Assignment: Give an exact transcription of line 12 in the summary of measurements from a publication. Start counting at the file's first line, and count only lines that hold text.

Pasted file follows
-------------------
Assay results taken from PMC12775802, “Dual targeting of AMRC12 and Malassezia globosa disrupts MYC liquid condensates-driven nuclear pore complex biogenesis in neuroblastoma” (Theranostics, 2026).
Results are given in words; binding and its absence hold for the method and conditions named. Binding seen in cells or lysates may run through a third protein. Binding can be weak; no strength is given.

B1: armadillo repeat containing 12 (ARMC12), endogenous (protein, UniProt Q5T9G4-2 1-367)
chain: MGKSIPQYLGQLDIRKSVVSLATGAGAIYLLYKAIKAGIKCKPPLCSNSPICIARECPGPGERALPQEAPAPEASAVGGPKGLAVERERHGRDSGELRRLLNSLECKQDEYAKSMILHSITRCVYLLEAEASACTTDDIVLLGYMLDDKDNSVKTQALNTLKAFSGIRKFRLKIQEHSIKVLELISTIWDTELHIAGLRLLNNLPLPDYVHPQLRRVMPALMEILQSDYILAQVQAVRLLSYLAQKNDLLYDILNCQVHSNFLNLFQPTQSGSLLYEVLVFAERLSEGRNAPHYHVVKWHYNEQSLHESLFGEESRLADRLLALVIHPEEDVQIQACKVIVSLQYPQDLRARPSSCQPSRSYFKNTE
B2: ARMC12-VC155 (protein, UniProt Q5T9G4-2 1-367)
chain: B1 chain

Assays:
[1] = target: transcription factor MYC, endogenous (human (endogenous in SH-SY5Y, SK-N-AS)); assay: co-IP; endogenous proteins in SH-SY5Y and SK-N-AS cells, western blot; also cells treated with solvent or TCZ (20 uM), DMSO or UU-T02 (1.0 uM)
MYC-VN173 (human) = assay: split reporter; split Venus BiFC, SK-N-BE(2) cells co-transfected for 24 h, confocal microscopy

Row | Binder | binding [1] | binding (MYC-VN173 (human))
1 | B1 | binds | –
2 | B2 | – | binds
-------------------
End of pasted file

2 | B2 | – | binds